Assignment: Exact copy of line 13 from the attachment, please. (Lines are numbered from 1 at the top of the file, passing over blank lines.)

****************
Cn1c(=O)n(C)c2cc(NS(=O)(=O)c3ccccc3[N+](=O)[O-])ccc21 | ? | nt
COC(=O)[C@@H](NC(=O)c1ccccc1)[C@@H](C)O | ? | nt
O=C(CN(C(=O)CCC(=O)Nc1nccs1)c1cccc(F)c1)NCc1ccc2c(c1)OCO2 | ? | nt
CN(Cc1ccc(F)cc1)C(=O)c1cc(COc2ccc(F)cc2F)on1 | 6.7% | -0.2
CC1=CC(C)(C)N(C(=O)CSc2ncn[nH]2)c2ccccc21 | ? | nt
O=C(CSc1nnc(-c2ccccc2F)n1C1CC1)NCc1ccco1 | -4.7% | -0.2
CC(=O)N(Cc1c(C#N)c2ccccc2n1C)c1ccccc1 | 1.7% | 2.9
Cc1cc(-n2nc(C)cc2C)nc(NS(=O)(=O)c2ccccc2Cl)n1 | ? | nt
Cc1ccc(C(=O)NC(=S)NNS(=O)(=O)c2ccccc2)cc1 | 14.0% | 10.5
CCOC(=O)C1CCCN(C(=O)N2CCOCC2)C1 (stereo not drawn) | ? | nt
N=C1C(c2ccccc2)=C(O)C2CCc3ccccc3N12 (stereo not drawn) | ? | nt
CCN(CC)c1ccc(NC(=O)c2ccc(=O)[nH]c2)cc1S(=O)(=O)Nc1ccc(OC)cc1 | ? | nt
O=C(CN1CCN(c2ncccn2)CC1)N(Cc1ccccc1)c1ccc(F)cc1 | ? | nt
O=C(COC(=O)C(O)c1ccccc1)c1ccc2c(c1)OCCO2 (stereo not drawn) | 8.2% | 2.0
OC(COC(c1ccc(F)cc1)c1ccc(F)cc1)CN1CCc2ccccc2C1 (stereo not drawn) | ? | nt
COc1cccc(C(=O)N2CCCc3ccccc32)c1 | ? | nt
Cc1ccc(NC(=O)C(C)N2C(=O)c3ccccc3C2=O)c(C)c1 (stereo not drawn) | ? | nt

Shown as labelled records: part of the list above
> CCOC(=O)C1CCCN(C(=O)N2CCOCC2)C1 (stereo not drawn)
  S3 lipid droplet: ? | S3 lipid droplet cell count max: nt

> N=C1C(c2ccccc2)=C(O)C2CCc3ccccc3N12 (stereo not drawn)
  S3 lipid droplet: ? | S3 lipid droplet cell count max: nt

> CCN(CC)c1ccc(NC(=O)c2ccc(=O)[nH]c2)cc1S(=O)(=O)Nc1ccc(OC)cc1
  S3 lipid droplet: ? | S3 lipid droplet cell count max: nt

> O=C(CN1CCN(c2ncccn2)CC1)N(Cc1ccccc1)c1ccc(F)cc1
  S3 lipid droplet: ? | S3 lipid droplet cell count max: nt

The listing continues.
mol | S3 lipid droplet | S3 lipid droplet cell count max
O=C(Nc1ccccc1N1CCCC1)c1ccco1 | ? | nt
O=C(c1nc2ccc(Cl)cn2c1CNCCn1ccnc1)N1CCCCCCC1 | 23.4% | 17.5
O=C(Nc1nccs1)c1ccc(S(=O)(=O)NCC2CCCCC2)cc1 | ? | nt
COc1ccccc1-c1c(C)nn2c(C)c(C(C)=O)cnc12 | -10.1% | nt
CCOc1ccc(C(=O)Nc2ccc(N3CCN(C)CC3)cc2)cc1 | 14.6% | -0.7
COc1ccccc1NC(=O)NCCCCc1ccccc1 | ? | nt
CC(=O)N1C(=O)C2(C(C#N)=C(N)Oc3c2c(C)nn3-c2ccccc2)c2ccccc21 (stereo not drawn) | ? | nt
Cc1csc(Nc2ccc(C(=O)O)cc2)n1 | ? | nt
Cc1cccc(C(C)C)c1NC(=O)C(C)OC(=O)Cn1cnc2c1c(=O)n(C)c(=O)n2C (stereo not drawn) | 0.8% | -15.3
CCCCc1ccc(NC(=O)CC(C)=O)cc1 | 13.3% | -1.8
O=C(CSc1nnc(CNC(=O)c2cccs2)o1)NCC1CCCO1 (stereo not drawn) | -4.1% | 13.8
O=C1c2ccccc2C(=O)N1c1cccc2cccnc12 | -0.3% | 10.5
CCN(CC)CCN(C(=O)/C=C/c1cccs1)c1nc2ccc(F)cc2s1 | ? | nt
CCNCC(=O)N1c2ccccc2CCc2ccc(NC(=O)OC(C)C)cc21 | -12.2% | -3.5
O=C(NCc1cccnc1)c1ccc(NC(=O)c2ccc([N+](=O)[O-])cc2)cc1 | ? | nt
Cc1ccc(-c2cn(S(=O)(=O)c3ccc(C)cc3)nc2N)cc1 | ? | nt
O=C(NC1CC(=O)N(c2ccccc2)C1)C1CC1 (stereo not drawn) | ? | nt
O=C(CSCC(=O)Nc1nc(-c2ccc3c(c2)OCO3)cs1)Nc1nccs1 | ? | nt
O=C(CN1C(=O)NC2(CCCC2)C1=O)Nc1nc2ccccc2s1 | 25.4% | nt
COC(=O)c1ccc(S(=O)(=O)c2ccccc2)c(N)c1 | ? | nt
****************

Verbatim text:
O=C(CN1CCN(c2ncccn2)CC1)N(Cc1ccccc1)c1ccc(F)cc1 | ? | nt